19 March 2021
Topics in this article
  • Cost Optimization
  • Property & FM

Observations from Geoff Elliott and Tim Deeker-Harris.

In the last year, we have seen huge transformations in the workplace, with most employees uprooted from their desks and cascaded into remote working. Through this, we have seen a broader debate develop around the future of the workplace, as businesses look ahead to some form of office working.

Beyond the obvious challenges and opportunities that remote working has presented for staff and employers; it has also proven that employees can work productively at home. These findings are synonymous with our 2021 Finance Leaders Outlook Report, which found that 58% of UK and 47% of US finance leaders expected some form of remote working to remain in place permanently.

But as companies look to evaluate their physical workplace post-COVID, there are four factors all business leaders should be considering.

Re-imagine your physical space

As businesses anticipate hybrid home and office working for staff, there is a need to re-imagine the physical spaces of offices and its use.

With agile working likely to remain a key feature of the modern workplace, there will be a desire for the office space to supplement collaborative working. This means more flexible meeting rooms and on-demand spaces to support business agility, with fewer permanent desks. This will in turn reimagine the office as a center for innovation, rather than a 9-5 workspace.

Consider your office leasing arrangements

Remote working developments are having huge ramifications for real estate and tenants, as they consider existing leases and whether they will downsize or move further from city centers.

The trends are likely to drive greater competition among property developers and real estate, necessitating greater flexibility in their offerings, with shorter leases and the ability for tenants to renegotiate their agreements. Landlords will need to invest in the refurbishment of spaces to attract and retain tenants, with some companies likely to take advantage of short-term lease opportunities with brands like Spaces and WeWork.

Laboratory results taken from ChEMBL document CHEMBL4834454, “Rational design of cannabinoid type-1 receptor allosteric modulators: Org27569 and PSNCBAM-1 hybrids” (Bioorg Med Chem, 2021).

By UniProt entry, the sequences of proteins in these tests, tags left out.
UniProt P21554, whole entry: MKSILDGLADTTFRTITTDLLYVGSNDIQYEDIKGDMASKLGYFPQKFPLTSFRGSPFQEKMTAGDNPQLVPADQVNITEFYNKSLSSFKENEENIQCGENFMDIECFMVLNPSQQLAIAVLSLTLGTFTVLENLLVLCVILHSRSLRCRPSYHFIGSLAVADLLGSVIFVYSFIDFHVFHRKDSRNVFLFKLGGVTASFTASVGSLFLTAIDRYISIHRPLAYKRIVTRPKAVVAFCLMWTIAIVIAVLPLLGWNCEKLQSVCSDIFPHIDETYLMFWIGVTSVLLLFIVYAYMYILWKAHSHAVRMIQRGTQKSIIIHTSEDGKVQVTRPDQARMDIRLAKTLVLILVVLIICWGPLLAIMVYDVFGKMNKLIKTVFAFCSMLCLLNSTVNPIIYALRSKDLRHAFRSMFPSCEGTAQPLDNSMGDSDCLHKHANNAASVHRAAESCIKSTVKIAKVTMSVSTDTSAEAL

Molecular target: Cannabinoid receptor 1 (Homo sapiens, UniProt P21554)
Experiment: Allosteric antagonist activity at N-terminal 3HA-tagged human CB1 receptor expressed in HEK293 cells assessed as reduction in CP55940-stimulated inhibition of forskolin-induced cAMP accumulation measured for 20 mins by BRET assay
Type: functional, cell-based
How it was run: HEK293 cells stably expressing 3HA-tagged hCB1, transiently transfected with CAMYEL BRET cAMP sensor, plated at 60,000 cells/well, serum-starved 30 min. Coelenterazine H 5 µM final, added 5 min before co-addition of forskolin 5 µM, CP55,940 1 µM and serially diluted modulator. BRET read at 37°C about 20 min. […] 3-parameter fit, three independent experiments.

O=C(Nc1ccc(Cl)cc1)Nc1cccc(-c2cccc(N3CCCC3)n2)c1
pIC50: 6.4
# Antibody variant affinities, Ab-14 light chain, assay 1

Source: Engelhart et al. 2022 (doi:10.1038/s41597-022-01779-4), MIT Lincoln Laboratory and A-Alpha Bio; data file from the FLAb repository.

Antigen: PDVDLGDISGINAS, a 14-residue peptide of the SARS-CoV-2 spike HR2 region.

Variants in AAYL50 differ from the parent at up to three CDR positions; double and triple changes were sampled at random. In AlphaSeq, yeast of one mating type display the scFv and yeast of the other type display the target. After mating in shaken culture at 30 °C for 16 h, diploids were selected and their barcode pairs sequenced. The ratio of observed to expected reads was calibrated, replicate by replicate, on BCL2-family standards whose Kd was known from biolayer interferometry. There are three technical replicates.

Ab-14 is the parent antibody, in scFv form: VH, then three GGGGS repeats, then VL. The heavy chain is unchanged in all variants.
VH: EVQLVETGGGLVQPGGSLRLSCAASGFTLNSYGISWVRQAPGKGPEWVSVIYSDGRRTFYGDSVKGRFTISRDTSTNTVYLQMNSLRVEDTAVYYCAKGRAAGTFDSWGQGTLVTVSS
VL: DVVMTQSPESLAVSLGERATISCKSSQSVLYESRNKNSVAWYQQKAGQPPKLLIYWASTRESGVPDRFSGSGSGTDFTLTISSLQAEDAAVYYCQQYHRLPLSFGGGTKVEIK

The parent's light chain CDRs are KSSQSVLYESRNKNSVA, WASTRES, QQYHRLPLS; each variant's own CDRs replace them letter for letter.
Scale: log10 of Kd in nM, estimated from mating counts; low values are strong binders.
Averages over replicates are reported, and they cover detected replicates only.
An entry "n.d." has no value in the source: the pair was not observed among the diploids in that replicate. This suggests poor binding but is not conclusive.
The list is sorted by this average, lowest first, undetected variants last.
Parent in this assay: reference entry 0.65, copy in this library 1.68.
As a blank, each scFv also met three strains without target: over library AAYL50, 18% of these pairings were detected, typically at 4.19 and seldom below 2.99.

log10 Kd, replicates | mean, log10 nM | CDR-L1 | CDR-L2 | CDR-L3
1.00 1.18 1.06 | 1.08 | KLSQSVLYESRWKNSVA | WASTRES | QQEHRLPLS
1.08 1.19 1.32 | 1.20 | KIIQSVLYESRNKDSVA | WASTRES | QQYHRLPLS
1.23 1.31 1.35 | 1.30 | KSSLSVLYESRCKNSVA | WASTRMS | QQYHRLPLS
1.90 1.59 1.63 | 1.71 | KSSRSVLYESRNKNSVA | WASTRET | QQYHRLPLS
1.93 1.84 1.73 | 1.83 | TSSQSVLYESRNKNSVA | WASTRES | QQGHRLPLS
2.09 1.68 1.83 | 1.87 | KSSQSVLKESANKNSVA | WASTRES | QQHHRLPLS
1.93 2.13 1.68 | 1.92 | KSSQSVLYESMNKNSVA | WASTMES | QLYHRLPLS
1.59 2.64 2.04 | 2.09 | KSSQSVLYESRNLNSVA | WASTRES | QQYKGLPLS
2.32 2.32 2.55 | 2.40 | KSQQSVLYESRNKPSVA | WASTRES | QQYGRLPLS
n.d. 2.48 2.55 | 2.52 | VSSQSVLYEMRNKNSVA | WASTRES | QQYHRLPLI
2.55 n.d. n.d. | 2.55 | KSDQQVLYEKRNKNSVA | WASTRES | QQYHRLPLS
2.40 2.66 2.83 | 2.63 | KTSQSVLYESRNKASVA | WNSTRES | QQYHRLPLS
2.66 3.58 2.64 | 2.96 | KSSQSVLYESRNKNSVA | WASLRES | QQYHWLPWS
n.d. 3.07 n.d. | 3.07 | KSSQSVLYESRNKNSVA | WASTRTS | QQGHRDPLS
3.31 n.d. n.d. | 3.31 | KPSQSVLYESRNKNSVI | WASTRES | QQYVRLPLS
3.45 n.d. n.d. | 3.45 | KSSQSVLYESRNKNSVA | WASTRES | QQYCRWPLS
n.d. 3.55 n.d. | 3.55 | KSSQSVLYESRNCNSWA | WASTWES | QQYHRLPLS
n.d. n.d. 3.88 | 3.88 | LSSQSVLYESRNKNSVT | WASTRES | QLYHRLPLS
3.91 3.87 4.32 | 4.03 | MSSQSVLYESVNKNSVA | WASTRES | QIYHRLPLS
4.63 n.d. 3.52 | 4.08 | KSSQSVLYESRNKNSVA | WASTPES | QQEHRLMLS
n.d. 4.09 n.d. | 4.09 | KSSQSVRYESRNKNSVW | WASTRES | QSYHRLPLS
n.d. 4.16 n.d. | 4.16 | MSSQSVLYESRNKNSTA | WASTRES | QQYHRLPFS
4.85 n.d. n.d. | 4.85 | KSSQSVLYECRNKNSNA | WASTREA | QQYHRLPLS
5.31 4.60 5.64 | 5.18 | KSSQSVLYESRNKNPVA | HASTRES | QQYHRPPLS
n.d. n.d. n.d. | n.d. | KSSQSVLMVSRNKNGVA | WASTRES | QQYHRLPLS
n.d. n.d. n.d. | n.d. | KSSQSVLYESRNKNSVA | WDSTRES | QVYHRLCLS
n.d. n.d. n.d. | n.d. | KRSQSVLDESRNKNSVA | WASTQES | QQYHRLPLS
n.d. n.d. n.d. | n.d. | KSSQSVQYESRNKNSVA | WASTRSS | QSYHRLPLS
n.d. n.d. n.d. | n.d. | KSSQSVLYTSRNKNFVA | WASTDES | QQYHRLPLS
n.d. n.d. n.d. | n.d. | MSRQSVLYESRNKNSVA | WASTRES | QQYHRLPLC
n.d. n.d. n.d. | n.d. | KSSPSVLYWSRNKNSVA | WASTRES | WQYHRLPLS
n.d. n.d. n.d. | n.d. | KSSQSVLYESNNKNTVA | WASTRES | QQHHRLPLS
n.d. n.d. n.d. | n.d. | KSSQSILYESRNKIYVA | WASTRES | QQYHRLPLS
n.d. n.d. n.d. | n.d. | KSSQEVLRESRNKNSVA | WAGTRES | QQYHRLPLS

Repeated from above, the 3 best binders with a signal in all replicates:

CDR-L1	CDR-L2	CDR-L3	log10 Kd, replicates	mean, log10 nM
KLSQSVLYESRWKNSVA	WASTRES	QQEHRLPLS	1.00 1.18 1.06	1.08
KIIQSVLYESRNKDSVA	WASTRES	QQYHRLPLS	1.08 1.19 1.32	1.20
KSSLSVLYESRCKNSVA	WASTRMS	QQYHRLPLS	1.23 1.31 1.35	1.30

An oversupply of city center office space and rise in demand for out-of-city or suburban workspaces is expected, as work increasingly revolves less around the city. Flexibility and choice will become the watchwords for businesses going forward.

Cleanliness should remain a priority

As companies plan for office re-openings, it is imperative leaders assess their cleaning supplier contracts to ensure they are fit for purpose.

During the re-opening of workplaces last year, many companies were left feeling unsupported and unhappy with the cleaning services in place and it’s key they do not make the same mistakes again.

Returning staff will likely have an increased awareness and perception of hygiene, meaning companies must use cleaning contractors who are experienced and can offer this reassurance to employees.

Furthermore, cleaning contractors will be responsible for adapting and innovating with the times. The previously invisible service of cleaning may have to become more visible with the introduction of enhanced daytime cleaning just one example of this.

Having the right suppliers and service providers in place now, will ensure you can provide a safe environment for your staff and means one less hurdle to overcome when transitioning back into the workplace.

Harness technology

A final consideration for employers is to optimize the technology they have in place, to complement the re-opening of their office.

Most companies will need some form of occupancy monitoring system or technology to ensure safe levels of employees in the working space.

Investing in such technology will allow staff to reserve days of the week and specific desks in the office. This will allow businesses to manage their office whilst providing a safe-space and environment for employees in a post-COVID world.

There will also be a need for businesses to consider consistent occupancy ratios through the working week – avoiding a bell-shaped distribution, with employees predominantly coming in on Tuesdays, Wednesdays, and Thursdays.

How procurement can help

Procurement will play a central role in ensuring business leaders are on the front foot when it comes to reimagining the future of the workplace when employees ‘fully’ return to the office.

Whether that is supporting the renegotiation of real estate agreements with landlords to drive down operating costs or establishing contracts with technology and cleaning service suppliers to manage your facilities, procurement has much to offer.

When leaders are considering how best to organize their future workplace, procurement should be front of mind in helping you realize these ambitions at every stage, ensuring a safe and effective transition back to the office.

Read more on what US and UK business leaders think about remote working and other key topics in our 2021 Finance Leaders Outlook by clicking below.

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